The Varieties of Corruption
By: Dr. Sam Vaknin

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To do the fashionable thing and to hold the moral high ground is rare. Yet, denouncing corruption and fighting it satisfies both conditions. Yet, corruption is not a monolithic practice. Nor are its outcomes universally deplorable or damaging. One would do best to adopt a utilitarian approach to it. The advent of moral relativism has taught us that "right" and "wrong" are flexible, context dependent and culture-sensitive yardsticks. What amounts to venality in one culture is considered no more than gregariousness or hospitality in another.

Thus, we are better off asking "qui bono" than "is it the right thing to do". Phenomenologically, "corruption" is a common - and misleading - label for a group of behaviours. One of the following criteria must apply:

(a) The withholding of a service, information, or goods that, by law, and by right, should have been provided or divulged

(b) The provision of a service, information, or goods that, by law, and by right, should not have been provided or divulged

(c) That the withholding or the provision of said service, information, or goods are in the power of the withholder or the provider to withhold or to provide AND That the withholding or the provision of said service, information, or goods constitute an integral and substantial part of the authority or the function of the withholder or the provider

(d) That the service, information, or goods that are provided or divulged are provided or divulged against a benefit or the promise of a benefit from the recipient and as a result of the receipt of this specific benefit or the promise to receive such benefit.

(e) That the service, information, or goods that are withheld are withheld because no benefit was provided or promised by the recipient.

Even then, we should distinguish a few types of corrupt and venal behaviours in accordance with their OUTCOMES (utilities):

(a) Income supplement

Corrupt actions whose sole outcome is the supplementing of the income of the provider without affecting the "real world" in any manner. Though the perception of corruption itself is a negative outcome - it is so only when corruption does not constitute an acceptable and normative part of the playing field. When corruption becomes institutionalized - it also becomes predictable and is easily and seamlessly incorporated into decision making processes of all economic players and moral agents. They develop "by-passes" and "techniques" which allow them to restore an efficient market equilibrium. In a way, all-pervasive corruption is transparent and, thus, a form of taxation.

(b) Acceleration Fees

Corrupt practices whose sole outcome is to ACCELERATE decision making, the provision of goods and services or the divulging of information. None of the outcomes or the utility functions are altered. Only the speed of the economic dynamics is altered. This kind of corruption is actually economically BENEFICIAL. It is a limited transfer of wealth (or tax) which increases efficiency. This is not to say that bureaucracies and venal officialdoms, over-regulation and intrusive political involvement in the workings of the marketplace are good (efficient) things. They are not. But if the choice is between a slow, obstructive and passive-aggressive civil service and a more forthcoming and accommodating one (the result of bribery) - the latter is preferable.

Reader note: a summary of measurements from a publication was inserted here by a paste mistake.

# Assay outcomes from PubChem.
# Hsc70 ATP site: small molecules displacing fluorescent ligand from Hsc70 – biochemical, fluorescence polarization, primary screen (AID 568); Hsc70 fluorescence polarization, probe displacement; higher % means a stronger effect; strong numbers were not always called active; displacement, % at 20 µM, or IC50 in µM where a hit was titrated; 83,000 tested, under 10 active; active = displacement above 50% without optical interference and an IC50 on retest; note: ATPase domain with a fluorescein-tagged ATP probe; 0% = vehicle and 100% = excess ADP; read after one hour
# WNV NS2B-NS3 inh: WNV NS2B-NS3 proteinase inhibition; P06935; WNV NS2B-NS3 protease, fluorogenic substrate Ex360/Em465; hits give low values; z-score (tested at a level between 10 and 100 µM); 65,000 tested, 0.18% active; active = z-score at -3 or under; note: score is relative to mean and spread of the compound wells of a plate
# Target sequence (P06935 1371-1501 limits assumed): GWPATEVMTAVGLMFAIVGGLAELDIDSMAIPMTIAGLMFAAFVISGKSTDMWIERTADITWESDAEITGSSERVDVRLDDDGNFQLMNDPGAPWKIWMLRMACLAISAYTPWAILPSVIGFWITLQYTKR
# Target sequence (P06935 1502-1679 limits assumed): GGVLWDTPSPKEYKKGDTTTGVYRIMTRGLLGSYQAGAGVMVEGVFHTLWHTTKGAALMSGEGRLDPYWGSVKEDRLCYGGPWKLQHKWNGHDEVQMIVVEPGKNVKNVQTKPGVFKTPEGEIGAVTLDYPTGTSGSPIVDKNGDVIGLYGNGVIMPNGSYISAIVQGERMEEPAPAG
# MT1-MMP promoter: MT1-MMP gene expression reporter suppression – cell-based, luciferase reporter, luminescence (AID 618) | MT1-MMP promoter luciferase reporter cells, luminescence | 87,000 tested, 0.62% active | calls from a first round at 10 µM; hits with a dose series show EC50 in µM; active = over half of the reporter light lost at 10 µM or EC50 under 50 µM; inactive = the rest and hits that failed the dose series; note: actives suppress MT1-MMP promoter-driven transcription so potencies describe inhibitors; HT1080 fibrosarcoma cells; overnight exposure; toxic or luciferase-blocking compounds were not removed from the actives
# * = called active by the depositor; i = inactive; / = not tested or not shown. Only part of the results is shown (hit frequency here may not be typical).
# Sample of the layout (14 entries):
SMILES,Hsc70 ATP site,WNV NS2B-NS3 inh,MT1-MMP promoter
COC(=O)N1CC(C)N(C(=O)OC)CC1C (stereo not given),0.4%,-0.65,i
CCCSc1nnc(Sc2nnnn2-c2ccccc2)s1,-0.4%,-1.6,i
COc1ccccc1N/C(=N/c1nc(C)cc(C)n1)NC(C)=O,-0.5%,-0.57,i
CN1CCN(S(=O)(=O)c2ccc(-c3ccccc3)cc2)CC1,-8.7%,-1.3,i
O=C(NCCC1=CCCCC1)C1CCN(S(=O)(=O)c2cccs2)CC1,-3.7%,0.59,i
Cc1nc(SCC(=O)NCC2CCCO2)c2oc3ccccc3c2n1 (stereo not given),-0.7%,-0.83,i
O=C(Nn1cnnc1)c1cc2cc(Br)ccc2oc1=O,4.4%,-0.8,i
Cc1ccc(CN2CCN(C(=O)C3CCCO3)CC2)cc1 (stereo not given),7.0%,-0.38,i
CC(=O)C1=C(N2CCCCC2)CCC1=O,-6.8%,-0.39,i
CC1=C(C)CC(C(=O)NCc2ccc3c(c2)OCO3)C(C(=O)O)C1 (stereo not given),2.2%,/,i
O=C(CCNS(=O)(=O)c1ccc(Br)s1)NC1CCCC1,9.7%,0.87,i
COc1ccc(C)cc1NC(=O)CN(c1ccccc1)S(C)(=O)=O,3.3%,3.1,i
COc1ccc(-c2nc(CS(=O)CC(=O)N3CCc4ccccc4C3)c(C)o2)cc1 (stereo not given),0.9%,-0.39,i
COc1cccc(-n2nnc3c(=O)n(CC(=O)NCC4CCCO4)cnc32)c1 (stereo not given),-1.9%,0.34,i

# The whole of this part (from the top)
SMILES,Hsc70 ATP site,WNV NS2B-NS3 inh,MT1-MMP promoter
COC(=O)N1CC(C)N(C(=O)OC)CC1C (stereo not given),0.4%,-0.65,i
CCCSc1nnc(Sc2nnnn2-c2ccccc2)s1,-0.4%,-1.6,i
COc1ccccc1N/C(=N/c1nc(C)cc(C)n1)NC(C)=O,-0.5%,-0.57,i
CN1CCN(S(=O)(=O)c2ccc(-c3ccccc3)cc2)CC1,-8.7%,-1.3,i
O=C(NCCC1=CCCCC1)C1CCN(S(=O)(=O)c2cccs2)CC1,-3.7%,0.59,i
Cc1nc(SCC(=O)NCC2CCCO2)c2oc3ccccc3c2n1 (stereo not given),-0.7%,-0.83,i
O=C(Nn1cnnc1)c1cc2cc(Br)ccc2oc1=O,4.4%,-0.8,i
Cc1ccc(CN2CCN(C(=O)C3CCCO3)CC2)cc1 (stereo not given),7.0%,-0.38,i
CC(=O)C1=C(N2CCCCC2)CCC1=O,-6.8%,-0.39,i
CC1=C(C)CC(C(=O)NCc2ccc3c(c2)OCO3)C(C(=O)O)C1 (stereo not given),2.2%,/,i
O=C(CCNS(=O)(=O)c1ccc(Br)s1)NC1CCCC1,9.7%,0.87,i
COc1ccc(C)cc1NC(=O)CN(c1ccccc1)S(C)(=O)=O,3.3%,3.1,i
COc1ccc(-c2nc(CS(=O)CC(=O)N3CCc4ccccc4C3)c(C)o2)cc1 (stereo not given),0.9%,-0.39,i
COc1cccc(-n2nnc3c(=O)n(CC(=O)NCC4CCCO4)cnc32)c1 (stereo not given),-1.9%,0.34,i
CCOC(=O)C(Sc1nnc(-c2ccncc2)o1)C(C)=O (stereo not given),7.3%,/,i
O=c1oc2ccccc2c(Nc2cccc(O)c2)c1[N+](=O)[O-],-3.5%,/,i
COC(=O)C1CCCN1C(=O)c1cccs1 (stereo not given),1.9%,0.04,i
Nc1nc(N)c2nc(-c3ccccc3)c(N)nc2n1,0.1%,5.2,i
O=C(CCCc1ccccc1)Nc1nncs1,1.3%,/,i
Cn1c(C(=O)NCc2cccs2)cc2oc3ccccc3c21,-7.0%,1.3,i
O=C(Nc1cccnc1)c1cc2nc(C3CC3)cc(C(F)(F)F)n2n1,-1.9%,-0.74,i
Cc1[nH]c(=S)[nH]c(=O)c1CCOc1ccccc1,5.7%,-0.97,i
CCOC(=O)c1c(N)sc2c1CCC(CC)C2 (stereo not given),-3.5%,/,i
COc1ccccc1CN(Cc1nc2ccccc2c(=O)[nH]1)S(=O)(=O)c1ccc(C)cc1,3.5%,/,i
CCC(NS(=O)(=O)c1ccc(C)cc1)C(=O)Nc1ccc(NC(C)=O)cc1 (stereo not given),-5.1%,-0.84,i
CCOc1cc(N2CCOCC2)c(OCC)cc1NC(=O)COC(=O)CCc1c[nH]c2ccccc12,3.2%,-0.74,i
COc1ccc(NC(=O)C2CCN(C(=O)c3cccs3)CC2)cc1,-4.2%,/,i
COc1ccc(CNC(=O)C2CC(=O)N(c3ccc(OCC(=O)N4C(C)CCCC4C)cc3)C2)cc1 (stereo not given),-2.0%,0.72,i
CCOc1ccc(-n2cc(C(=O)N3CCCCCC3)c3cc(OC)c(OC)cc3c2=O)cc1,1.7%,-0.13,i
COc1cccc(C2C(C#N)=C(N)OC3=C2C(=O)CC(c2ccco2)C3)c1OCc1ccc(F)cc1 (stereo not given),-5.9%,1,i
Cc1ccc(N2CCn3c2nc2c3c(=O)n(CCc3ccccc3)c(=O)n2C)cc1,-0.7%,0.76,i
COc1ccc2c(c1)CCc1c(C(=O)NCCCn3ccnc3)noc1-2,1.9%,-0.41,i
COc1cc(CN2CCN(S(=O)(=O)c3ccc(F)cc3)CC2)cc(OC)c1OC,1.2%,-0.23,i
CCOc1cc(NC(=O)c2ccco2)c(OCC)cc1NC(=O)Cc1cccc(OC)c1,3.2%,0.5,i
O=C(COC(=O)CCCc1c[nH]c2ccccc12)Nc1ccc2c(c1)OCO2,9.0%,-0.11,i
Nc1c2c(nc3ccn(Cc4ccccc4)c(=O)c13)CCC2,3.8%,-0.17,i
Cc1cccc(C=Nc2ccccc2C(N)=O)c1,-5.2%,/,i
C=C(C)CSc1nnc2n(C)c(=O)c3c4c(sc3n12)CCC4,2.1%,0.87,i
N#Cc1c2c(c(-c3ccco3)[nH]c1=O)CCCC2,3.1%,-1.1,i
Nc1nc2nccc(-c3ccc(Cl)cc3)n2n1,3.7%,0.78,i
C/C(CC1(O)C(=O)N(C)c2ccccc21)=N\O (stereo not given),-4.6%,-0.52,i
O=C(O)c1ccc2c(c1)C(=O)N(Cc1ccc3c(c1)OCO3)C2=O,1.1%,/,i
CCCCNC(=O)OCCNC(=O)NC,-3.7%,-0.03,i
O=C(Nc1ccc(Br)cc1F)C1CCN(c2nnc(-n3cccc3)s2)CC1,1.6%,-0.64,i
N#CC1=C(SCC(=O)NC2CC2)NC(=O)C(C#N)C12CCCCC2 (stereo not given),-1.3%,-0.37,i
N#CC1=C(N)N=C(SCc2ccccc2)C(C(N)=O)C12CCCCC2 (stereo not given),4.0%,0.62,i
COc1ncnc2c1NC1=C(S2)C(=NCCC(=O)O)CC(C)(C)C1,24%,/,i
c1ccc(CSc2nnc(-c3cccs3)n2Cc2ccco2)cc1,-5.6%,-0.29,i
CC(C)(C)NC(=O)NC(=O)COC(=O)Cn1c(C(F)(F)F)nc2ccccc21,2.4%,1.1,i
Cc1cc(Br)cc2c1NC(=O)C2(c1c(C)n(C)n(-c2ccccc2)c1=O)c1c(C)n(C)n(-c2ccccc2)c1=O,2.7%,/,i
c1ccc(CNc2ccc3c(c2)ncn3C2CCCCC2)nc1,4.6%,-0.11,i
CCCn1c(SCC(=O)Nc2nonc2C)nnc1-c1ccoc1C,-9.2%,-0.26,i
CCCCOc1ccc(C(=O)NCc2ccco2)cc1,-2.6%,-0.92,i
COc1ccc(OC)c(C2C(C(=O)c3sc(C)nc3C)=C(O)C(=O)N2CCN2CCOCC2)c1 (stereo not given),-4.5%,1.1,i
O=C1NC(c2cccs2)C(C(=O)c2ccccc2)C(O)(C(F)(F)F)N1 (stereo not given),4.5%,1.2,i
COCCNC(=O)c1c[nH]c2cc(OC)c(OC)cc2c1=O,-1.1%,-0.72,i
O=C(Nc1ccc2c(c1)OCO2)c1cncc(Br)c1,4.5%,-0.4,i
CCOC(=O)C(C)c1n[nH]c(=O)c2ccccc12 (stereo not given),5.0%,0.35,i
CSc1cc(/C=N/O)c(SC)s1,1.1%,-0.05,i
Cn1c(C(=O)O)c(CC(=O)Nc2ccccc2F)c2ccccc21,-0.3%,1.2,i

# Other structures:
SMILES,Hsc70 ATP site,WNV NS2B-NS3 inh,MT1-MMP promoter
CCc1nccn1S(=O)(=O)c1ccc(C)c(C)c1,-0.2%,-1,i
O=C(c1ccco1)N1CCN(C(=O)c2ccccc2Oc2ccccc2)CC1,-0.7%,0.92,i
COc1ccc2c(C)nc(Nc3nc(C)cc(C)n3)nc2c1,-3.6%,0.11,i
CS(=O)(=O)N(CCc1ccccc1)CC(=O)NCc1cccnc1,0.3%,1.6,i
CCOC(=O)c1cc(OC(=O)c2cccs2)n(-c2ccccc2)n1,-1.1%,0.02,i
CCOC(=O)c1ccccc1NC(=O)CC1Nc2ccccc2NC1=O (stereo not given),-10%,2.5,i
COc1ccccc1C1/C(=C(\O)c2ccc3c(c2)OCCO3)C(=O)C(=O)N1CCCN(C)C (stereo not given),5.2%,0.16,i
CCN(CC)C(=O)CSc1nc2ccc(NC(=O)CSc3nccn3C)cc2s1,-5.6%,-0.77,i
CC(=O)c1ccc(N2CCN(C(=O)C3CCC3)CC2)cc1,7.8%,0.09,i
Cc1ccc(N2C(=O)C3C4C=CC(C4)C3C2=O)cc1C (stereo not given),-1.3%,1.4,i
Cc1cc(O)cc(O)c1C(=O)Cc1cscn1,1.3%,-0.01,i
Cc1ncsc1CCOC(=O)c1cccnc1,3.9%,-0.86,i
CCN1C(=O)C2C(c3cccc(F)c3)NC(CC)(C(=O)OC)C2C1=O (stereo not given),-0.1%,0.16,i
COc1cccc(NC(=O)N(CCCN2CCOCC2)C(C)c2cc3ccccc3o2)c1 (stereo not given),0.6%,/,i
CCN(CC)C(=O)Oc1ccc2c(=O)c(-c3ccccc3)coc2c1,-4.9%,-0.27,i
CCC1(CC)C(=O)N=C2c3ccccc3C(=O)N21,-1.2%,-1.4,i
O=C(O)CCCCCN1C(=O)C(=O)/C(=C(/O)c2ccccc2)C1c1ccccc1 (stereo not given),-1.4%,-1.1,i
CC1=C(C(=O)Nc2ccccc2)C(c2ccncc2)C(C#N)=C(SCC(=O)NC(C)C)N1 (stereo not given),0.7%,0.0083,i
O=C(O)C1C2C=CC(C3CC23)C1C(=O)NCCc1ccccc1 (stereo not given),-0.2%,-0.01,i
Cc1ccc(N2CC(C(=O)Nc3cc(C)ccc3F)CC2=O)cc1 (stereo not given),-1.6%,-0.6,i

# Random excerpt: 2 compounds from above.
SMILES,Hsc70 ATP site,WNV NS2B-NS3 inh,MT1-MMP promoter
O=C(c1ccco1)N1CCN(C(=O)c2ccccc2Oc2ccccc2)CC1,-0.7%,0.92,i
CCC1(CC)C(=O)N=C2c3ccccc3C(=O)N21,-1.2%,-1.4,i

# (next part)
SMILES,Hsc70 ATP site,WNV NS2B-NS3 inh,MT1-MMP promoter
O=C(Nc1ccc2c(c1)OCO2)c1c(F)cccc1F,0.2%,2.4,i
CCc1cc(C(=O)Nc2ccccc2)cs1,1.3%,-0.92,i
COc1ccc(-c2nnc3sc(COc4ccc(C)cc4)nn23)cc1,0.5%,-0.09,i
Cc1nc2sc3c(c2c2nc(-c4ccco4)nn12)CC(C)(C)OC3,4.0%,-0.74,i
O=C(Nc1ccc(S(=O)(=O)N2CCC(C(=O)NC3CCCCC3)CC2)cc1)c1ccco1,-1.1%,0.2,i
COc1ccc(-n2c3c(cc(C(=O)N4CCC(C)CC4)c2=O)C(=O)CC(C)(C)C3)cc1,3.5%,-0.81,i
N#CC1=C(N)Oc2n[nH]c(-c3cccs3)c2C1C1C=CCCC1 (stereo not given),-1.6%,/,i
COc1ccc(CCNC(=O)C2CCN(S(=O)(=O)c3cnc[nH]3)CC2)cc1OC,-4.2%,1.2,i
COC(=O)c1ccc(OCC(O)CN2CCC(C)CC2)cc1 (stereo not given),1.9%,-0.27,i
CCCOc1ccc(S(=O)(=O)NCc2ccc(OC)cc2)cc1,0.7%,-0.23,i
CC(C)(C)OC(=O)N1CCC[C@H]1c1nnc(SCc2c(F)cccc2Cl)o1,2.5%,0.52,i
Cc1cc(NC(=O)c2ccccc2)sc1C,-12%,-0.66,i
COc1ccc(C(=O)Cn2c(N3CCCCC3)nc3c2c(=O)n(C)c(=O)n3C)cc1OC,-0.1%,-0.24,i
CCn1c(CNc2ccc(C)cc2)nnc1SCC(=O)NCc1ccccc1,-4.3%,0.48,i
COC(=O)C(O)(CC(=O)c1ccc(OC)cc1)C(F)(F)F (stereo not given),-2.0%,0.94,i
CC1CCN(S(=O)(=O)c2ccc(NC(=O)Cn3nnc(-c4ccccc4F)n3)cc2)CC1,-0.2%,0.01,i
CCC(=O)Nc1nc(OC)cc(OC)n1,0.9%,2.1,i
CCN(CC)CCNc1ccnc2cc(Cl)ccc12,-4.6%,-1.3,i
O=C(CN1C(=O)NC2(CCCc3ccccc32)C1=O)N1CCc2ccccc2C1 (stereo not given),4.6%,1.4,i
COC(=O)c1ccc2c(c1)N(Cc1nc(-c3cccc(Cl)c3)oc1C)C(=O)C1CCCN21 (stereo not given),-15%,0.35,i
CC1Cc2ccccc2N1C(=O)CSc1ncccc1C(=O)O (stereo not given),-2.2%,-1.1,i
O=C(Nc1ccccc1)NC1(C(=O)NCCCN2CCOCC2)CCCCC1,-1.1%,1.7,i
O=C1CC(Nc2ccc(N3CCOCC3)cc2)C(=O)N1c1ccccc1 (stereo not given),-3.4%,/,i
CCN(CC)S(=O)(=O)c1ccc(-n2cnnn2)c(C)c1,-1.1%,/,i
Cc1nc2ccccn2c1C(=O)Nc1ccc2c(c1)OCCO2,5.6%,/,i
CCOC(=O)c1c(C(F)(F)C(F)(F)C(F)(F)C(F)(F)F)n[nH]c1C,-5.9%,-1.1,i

(c) Decision Altering Fees

This is where the line is crossed from the point of view of aggregate utility. When bribes and promises of bribes actually alter outcomes in the real world - a less than optimal allocation of resources and distribution of means of production is obtained. The result is a fall in the general level of production. The many is hurt by the few. The economy is skewed and economic outcomes are distorted. This kind of corruption should be uprooted on utilitarian grounds as well as on moral ones.

(d) Subversive Outcomes

Some corrupt collusions lead to the subversion of the flow of information within a society or an economic unit. Wrong information often leads to disastrous outcomes. Consider a medical doctor or an civil engineer who bribed their way into obtaining a professional diploma. Human lives are at stake. The wrong information, in this case is the professional validity of the diplomas granted and the scholarship (knowledge) that such certificates stand for. But the outcomes are lost lives. This kind of corruption, of course, is by far the most damaging.

(e) Reallocation Fees

Benefits paid (mainly to politicians and political decision makers) in order to affect the allocation of economic resources and material wealth or the rights thereto. Concessions, licences, permits, assets privatized, tenders awarded are all subject to reallocation fees. Here the damage is materially enormous (and visible) but, because it is widespread, it is "diluted" in individual terms. Still, it is often irreversible (like when a sold asset is purposefully under-valued) and pernicious. a factory sold to avaricious and criminally minded managers is likely to collapse and leave its workers unemployed.

Corruption pervades daily life even in the prim and often hectoring countries of the West. It is a win-win game (as far as Game Theory goes) - hence its attraction. We are all corrupt to varying degrees. It is the kind of corruption whose evil outcomes outweigh its benefits that should be fought. This fine (and blurred) distinction is too often lost on decision makers and law enforcement agencies.